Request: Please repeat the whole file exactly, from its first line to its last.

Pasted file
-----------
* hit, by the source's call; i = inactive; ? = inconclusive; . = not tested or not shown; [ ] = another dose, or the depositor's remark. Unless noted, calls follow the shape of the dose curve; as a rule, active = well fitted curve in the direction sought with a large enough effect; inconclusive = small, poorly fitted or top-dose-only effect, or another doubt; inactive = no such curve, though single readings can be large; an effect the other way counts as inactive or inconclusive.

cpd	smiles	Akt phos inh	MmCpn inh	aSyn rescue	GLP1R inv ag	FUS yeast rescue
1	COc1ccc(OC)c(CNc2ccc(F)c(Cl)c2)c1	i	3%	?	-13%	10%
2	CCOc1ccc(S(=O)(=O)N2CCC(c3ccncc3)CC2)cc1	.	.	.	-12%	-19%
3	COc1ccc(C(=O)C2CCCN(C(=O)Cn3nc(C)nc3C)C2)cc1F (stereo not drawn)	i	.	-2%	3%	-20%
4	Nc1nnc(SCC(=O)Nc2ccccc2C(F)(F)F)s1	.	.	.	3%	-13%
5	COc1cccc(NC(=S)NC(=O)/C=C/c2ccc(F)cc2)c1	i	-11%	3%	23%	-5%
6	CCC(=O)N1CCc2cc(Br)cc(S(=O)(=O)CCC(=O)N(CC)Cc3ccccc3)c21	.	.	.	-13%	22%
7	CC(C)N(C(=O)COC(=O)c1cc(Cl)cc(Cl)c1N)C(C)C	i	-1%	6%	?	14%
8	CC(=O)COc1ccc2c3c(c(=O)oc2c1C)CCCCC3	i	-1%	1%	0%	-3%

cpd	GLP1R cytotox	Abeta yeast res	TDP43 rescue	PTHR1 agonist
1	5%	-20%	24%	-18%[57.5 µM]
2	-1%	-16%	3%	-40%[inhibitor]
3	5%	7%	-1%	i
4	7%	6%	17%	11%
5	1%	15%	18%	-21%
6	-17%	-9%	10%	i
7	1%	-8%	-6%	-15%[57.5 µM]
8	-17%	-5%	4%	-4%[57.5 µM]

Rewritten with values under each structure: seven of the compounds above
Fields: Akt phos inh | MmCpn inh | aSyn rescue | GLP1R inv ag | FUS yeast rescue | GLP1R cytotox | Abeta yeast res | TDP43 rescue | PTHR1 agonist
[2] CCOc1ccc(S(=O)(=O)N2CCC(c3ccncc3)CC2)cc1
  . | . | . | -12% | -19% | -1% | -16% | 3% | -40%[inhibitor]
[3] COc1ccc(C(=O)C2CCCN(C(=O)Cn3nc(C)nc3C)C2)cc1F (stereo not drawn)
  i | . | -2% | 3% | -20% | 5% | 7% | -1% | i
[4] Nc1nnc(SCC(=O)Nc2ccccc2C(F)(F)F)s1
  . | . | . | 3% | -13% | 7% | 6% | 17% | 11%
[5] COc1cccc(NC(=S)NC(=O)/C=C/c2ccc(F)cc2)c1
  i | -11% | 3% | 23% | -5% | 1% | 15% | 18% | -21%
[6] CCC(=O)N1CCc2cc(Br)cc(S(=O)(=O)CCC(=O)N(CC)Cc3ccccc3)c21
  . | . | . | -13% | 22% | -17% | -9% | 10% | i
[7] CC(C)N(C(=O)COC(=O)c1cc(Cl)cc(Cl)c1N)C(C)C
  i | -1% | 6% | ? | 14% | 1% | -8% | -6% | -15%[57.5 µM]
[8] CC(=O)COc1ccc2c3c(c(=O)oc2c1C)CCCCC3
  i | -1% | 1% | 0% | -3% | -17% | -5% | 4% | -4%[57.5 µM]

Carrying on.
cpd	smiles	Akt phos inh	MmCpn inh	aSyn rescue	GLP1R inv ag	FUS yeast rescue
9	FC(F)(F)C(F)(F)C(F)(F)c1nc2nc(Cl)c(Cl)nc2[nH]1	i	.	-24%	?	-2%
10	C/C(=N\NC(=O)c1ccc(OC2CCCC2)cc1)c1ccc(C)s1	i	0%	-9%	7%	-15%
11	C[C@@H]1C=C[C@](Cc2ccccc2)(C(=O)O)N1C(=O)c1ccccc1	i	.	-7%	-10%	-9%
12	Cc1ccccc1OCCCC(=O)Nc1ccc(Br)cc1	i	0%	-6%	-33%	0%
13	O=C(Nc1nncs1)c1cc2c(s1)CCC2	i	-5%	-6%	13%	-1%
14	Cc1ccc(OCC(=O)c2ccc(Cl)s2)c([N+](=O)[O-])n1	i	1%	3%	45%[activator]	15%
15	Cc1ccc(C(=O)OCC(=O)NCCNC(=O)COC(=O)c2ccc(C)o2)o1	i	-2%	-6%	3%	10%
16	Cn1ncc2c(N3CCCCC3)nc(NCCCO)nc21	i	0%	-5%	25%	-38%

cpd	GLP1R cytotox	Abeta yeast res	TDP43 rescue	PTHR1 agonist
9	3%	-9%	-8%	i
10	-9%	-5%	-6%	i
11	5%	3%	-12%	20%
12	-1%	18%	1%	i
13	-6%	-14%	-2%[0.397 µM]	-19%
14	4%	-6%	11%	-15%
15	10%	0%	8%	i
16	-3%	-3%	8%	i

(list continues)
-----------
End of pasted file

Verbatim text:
* hit, by the source's call; i = inactive; ? = inconclusive; . = not tested or not shown; [ ] = another dose, or the depositor's remark. Unless noted, calls follow the shape of the dose curve; as a rule, active = well fitted curve in the direction sought with a large enough effect; inconclusive = small, poorly fitted or top-dose-only effect, or another doubt; inactive = no such curve, though single readings can be large; an effect the other way counts as inactive or inconclusive.

cpd	smiles	Akt phos inh	MmCpn inh	aSyn rescue	GLP1R inv ag	FUS yeast rescue
1	COc1ccc(OC)c(CNc2ccc(F)c(Cl)c2)c1	i	3%	?	-13%	10%
2	CCOc1ccc(S(=O)(=O)N2CCC(c3ccncc3)CC2)cc1	.	.	.	-12%	-19%
3	COc1ccc(C(=O)C2CCCN(C(=O)Cn3nc(C)nc3C)C2)cc1F (stereo not drawn)	i	.	-2%	3%	-20%
4	Nc1nnc(SCC(=O)Nc2ccccc2C(F)(F)F)s1	.	.	.	3%	-13%
5	COc1cccc(NC(=S)NC(=O)/C=C/c2ccc(F)cc2)c1	i	-11%	3%	23%	-5%
6	CCC(=O)N1CCc2cc(Br)cc(S(=O)(=O)CCC(=O)N(CC)Cc3ccccc3)c21	.	.	.	-13%	22%
7	CC(C)N(C(=O)COC(=O)c1cc(Cl)cc(Cl)c1N)C(C)C	i	-1%	6%	?	14%
8	CC(=O)COc1ccc2c3c(c(=O)oc2c1C)CCCCC3	i	-1%	1%	0%	-3%

cpd	GLP1R cytotox	Abeta yeast res	TDP43 rescue	PTHR1 agonist
1	5%	-20%	24%	-18%[57.5 µM]
2	-1%	-16%	3%	-40%[inhibitor]
3	5%	7%	-1%	i
4	7%	6%	17%	11%
5	1%	15%	18%	-21%
6	-17%	-9%	10%	i
7	1%	-8%	-6%	-15%[57.5 µM]
8	-17%	-5%	4%	-4%[57.5 µM]

Rewritten with values under each structure: seven of the compounds above
Fields: Akt phos inh | MmCpn inh | aSyn rescue | GLP1R inv ag | FUS yeast rescue | GLP1R cytotox | Abeta yeast res | TDP43 rescue | PTHR1 agonist
[2] CCOc1ccc(S(=O)(=O)N2CCC(c3ccncc3)CC2)cc1
  . | . | . | -12% | -19% | -1% | -16% | 3% | -40%[inhibitor]
[3] COc1ccc(C(=O)C2CCCN(C(=O)Cn3nc(C)nc3C)C2)cc1F (stereo not drawn)
  i | . | -2% | 3% | -20% | 5% | 7% | -1% | i
[4] Nc1nnc(SCC(=O)Nc2ccccc2C(F)(F)F)s1
  . | . | . | 3% | -13% | 7% | 6% | 17% | 11%
[5] COc1cccc(NC(=S)NC(=O)/C=C/c2ccc(F)cc2)c1
  i | -11% | 3% | 23% | -5% | 1% | 15% | 18% | -21%
[6] CCC(=O)N1CCc2cc(Br)cc(S(=O)(=O)CCC(=O)N(CC)Cc3ccccc3)c21
  . | . | . | -13% | 22% | -17% | -9% | 10% | i
[7] CC(C)N(C(=O)COC(=O)c1cc(Cl)cc(Cl)c1N)C(C)C
  i | -1% | 6% | ? | 14% | 1% | -8% | -6% | -15%[57.5 µM]
[8] CC(=O)COc1ccc2c3c(c(=O)oc2c1C)CCCCC3
  i | -1% | 1% | 0% | -3% | -17% | -5% | 4% | -4%[57.5 µM]

Carrying on.
cpd	smiles	Akt phos inh	MmCpn inh	aSyn rescue	GLP1R inv ag	FUS yeast rescue
9	FC(F)(F)C(F)(F)C(F)(F)c1nc2nc(Cl)c(Cl)nc2[nH]1	i	.	-24%	?	-2%
10	C/C(=N\NC(=O)c1ccc(OC2CCCC2)cc1)c1ccc(C)s1	i	0%	-9%	7%	-15%
11	C[C@@H]1C=C[C@](Cc2ccccc2)(C(=O)O)N1C(=O)c1ccccc1	i	.	-7%	-10%	-9%
12	Cc1ccccc1OCCCC(=O)Nc1ccc(Br)cc1	i	0%	-6%	-33%	0%
13	O=C(Nc1nncs1)c1cc2c(s1)CCC2	i	-5%	-6%	13%	-1%
14	Cc1ccc(OCC(=O)c2ccc(Cl)s2)c([N+](=O)[O-])n1	i	1%	3%	45%[activator]	15%
15	Cc1ccc(C(=O)OCC(=O)NCCNC(=O)COC(=O)c2ccc(C)o2)o1	i	-2%	-6%	3%	10%
16	Cn1ncc2c(N3CCCCC3)nc(NCCCO)nc21	i	0%	-5%	25%	-38%

cpd	GLP1R cytotox	Abeta yeast res	TDP43 rescue	PTHR1 agonist
9	3%	-9%	-8%	i
10	-9%	-5%	-6%	i
11	5%	3%	-12%	20%
12	-1%	18%	1%	i
13	-6%	-14%	-2%[0.397 µM]	-19%
14	4%	-6%	11%	-15%
15	10%	0%	8%	i
16	-3%	-3%	8%	i

(list continues)